Confectionery is the set of food items that are rich in sugar, any one or type of which is called a confection. Modern usage may include substances rich in artificial sweeteners as well. The word candy (North America), sweets (UK and Ireland) and lolly (Australia and New Zealand) are also used for the extensive variety of confectionery.
Generally speaking, confections are somewhat low in micronutrients but rich in calories. Specially formulated chocolate has been manufactured in the past for military use as a high density food energy source.
Confectioneries are defined by the presence of sweeteners, usually sugars. Most common is the disaccharide sucrose. Hydrolysis of sucrose gives a mixture called invert sugar, which is sweeter and is also a common ingredient. Finally confectioneries, especially commercial ones, are sweetened by a variety of syrups obtained by hydrolysis of starch, these include corn syrup.
Different dialects of English use regional terms for confections:
- In Britain, Ireland and some Commonwealth countries, sweets or more colloquially sweeties (particularly used by children, the Scottish Gaelic word suiteis is a derivative). In some parts of England, spice, joy joy and goodies are terms used, alongside sweets, to denote confectionery. In North-West England, especially Lancashire, toffees is often used as a generic term for all confectionery. Northeast England and the Scottish Borders commonly use the word ket (plural kets) and more recently chud, derivative of chuddy, a localised term for chewing gum.
- In Australia and New Zealand, "lollies" (used especially to apply to boiled sweets).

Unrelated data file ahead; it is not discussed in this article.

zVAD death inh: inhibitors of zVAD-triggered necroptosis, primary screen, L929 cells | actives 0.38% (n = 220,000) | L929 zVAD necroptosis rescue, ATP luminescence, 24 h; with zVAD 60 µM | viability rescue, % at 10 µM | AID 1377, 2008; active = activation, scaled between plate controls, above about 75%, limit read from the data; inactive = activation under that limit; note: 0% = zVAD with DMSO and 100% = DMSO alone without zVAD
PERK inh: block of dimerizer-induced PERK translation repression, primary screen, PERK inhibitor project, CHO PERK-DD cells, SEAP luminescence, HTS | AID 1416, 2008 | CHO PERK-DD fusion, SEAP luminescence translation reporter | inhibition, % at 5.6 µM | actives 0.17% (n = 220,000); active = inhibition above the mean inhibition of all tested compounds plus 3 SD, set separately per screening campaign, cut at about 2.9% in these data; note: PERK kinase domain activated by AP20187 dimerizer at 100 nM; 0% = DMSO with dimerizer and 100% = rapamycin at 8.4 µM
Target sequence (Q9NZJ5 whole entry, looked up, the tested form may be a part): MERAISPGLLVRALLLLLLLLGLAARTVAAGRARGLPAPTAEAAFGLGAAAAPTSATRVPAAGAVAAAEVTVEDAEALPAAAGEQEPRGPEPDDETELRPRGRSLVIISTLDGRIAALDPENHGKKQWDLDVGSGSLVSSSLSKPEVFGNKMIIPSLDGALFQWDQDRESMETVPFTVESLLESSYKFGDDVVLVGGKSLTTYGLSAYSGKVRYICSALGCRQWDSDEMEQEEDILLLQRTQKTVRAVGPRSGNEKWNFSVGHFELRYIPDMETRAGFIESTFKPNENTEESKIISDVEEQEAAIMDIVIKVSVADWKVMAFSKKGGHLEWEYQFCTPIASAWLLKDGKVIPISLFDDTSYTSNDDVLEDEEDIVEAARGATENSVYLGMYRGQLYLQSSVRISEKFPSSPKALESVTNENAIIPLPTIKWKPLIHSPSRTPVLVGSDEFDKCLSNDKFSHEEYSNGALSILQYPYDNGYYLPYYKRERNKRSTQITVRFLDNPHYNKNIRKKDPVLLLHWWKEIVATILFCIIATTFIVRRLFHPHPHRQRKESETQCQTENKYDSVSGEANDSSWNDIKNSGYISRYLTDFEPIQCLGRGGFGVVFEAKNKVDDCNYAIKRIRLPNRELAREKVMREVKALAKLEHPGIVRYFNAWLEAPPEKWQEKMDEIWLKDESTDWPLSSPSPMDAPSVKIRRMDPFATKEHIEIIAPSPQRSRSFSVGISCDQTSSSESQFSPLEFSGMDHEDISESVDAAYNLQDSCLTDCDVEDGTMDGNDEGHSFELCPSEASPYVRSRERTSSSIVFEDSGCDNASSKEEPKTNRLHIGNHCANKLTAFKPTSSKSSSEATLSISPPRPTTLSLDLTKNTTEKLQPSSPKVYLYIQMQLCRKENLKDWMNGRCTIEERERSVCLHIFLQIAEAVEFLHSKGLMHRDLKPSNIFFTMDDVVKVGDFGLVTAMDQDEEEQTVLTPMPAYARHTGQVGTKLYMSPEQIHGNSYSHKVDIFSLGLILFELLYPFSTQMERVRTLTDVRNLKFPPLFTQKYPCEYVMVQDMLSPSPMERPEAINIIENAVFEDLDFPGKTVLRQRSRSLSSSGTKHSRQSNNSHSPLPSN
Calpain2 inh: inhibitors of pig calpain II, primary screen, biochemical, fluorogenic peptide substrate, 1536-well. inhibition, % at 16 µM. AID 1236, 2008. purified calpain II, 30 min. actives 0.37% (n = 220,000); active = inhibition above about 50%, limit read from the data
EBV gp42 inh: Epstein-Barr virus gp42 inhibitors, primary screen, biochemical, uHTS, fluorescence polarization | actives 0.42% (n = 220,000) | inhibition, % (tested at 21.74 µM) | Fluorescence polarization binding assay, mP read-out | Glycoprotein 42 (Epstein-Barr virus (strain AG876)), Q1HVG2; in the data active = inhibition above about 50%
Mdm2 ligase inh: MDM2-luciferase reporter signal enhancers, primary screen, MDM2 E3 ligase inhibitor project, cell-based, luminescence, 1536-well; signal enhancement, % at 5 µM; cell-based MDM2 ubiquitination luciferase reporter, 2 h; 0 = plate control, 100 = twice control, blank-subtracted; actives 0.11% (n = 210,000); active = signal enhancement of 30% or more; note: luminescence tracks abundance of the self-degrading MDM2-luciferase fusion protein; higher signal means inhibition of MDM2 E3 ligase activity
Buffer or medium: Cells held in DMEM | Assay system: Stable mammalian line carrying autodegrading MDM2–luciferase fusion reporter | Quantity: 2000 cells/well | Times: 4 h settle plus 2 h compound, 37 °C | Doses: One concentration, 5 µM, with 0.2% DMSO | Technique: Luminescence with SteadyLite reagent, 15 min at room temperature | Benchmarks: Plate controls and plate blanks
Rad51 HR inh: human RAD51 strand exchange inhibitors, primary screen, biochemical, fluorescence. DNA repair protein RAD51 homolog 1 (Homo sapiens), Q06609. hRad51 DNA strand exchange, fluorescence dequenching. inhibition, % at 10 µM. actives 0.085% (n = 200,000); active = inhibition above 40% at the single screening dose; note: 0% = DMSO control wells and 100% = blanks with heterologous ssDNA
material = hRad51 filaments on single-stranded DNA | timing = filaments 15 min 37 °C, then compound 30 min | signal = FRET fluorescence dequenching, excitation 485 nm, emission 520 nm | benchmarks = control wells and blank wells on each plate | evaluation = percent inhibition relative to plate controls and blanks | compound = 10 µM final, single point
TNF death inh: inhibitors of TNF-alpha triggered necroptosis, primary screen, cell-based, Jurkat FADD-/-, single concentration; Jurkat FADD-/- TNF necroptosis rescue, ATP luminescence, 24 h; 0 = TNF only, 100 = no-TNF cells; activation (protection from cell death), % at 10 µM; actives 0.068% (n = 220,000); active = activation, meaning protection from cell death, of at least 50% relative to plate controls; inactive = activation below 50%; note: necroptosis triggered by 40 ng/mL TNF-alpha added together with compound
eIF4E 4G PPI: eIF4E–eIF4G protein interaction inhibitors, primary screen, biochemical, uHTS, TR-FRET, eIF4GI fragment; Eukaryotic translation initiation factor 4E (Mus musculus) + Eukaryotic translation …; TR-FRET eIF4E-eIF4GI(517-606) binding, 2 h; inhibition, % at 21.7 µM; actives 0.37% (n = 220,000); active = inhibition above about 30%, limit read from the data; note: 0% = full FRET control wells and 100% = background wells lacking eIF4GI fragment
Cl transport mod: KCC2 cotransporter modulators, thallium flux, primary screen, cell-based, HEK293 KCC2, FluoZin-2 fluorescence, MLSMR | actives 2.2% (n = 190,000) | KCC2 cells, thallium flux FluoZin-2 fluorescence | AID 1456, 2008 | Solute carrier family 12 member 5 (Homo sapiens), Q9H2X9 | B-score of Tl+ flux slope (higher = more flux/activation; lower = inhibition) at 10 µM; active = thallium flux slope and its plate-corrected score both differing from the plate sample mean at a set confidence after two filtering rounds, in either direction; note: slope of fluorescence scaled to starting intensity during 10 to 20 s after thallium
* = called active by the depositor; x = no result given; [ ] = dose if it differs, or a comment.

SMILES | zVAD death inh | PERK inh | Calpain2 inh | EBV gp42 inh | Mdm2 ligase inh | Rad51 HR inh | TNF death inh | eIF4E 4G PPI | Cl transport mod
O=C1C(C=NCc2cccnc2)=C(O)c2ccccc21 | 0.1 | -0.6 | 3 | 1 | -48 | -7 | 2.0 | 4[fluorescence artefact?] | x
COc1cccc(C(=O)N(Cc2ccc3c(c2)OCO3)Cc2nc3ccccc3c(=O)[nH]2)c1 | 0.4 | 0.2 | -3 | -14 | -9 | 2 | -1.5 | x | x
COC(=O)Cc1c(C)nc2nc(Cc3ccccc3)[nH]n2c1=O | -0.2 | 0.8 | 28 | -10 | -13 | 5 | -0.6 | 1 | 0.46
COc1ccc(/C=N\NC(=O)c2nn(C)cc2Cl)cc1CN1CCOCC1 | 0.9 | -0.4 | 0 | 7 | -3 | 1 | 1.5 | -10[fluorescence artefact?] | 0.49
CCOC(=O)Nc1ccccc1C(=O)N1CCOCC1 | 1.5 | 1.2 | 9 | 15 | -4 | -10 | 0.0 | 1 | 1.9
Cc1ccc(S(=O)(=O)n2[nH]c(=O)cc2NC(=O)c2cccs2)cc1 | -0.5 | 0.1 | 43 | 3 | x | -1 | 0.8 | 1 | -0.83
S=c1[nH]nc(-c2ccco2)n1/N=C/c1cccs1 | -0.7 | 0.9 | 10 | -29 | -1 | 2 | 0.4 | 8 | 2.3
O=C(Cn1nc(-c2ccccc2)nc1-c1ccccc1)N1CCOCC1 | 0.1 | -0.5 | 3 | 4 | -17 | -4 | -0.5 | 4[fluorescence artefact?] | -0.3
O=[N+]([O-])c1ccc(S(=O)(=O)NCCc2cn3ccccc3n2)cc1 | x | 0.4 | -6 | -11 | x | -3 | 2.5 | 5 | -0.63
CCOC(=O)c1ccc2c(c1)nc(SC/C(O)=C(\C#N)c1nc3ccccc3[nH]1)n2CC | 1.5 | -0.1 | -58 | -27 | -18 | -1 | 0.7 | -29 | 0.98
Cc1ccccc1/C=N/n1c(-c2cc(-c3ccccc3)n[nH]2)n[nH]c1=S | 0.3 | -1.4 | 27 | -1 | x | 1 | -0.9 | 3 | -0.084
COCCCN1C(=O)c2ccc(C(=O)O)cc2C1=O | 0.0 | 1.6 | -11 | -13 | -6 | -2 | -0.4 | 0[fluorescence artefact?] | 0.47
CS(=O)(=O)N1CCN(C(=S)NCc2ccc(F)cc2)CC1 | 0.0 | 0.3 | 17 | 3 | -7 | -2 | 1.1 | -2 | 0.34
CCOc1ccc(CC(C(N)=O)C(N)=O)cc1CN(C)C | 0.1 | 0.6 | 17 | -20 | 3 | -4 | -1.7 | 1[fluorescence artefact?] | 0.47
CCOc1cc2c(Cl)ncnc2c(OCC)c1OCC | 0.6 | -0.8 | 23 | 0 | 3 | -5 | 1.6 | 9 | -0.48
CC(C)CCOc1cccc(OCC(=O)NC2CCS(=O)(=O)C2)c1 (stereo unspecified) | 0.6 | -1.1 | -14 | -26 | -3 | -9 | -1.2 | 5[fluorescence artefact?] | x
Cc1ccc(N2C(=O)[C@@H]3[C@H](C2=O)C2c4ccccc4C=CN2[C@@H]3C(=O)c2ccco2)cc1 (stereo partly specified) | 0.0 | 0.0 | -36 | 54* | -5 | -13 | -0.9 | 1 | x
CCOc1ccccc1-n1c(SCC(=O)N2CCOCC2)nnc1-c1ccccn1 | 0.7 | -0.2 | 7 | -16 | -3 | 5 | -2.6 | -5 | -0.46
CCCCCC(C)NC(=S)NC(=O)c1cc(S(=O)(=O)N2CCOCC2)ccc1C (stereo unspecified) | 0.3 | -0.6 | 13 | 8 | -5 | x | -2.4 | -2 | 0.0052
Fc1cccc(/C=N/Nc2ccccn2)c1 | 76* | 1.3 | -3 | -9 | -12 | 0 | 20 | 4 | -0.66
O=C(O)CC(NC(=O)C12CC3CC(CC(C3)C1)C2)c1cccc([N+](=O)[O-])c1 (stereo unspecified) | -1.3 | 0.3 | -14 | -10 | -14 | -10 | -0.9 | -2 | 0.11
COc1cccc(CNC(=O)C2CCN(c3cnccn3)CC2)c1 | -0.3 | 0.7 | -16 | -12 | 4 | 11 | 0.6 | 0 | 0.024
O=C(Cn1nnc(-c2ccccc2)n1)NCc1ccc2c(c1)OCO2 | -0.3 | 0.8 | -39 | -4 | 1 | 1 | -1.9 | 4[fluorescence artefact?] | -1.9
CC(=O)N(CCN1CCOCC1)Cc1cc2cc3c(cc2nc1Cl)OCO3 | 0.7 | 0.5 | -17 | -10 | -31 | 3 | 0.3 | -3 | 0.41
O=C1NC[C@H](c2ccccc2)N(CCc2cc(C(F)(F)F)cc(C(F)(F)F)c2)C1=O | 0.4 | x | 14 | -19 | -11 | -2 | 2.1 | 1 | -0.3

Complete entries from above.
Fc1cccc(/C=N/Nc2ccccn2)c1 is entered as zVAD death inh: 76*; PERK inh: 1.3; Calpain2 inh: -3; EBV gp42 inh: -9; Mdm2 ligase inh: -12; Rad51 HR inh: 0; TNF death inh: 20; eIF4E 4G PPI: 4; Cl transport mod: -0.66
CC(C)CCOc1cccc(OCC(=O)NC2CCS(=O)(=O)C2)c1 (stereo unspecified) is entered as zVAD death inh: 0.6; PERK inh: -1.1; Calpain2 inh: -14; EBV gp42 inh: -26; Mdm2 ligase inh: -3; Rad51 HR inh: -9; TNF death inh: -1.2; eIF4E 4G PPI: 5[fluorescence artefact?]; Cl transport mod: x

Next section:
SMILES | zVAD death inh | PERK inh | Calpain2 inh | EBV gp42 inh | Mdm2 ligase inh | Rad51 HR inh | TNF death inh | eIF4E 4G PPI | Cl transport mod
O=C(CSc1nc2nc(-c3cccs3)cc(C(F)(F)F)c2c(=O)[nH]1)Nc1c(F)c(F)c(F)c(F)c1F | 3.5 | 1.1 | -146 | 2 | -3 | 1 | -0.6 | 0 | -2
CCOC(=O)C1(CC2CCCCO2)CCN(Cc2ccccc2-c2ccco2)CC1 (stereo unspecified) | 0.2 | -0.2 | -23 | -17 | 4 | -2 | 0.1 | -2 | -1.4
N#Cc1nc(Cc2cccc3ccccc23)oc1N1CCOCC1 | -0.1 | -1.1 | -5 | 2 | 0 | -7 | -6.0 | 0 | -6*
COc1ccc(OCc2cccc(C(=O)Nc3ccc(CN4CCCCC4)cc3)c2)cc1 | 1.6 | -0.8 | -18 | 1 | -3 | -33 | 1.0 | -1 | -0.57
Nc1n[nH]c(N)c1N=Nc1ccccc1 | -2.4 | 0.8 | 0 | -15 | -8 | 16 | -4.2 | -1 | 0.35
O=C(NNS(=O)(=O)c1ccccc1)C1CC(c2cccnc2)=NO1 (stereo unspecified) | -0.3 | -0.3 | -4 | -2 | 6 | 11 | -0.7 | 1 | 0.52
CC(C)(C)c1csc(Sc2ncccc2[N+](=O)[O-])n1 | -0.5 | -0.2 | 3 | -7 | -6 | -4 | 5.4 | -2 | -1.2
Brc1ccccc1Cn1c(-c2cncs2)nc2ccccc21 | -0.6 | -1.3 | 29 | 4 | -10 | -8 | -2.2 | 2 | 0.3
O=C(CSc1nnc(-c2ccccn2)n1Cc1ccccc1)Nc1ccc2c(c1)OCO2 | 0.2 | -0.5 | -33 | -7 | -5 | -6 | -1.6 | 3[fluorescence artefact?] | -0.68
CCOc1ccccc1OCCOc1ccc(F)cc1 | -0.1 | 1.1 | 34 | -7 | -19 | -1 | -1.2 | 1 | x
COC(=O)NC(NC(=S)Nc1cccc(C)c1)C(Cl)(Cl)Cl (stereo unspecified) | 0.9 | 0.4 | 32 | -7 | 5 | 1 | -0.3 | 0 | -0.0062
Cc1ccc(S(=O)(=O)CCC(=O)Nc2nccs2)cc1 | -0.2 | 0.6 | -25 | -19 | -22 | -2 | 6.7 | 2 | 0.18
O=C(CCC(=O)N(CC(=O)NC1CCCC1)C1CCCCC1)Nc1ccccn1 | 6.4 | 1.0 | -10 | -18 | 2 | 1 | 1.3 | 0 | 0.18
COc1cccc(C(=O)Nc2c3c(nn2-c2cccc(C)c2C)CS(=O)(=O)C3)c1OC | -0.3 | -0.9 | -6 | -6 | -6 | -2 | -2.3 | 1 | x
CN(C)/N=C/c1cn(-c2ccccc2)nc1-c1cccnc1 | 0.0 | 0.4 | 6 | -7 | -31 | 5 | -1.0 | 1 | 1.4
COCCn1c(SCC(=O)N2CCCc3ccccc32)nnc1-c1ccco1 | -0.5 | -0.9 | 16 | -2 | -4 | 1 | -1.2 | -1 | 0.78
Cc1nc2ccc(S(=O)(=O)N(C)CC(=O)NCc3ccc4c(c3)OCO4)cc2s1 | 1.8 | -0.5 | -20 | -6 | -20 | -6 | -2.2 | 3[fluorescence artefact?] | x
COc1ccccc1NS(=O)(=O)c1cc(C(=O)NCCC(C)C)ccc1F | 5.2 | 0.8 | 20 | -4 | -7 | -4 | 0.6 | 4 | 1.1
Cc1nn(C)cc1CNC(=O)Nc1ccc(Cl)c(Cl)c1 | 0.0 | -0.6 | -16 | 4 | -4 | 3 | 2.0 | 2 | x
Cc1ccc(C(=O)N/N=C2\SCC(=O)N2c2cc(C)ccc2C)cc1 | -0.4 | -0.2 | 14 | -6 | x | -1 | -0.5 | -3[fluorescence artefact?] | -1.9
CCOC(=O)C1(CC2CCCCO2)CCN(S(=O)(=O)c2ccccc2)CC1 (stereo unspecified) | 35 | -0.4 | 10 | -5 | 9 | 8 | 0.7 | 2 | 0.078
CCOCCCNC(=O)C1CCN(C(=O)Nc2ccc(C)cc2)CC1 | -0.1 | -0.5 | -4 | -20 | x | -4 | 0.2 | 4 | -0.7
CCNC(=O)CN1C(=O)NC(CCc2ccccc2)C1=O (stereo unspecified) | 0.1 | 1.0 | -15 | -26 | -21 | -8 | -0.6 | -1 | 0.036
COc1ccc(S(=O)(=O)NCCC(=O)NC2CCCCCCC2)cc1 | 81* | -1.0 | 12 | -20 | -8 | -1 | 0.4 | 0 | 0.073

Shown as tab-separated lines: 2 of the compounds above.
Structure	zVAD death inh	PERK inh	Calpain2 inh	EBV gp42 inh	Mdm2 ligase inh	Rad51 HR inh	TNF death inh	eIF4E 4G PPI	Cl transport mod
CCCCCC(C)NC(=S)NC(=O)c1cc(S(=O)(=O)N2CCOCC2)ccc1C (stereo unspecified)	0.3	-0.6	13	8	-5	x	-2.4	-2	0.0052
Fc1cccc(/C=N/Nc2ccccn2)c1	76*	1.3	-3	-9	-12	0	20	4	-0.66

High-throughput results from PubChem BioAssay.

- In North America, "candy" - although this term can also refer to a specific range of confectionery and does not include some items called confectionery (e.g. pastry). "Sweets" is occasionally used, as well as "treat".
Confectionery items include sweets, lollipops, candy bars, chocolate, candy floss, and other sweet items of snack food. The term does not generally apply to cakes, biscuits, or puddings which require cutlery to consume, although exceptions such as petit fours or meringues exist. Speakers of American English do not refer to these items as "candy".
Some of the categories and types of confectionery include the following:
- Hard sweets. Based on sugars cooked to the hard-crack stage: a 2:3 mixture of glucose syrup and sucrose in water is concentrated to a plastic state, amenable to colouring and flavouring. Upon further cooling and standing the material hardens. Examples include suckers (known as boiled sweets in British English), lollipops, jawbreakers (or gobstoppers), lemon drops, peppermint drops and disks, candy canes, rock candy, etc. These also include types often mixed with nuts such as brittle. Others contain flavorings including coffee such as Kopiko.
- Fondant. This material is prepared from a warm mixture of glucose syrup and sucrose, which is partially crystallized. The fineness of the crystallites results in a creamy texture.
- Taffy. These are related to hard candy that is folded many times above 50 °C. This process incorporates air bubbles, reducing the density of the material and making it opaque. Often sorbitol, a sugar alcohol, is added to maintain moisture. Toffee, in British English, can also refer to a harder substance also made from cooked sugars which resembles toffee.
- Fudge: A confection of milk and sugar boiled to the soft-ball stage. In the US, it tends to be chocolate-flavored.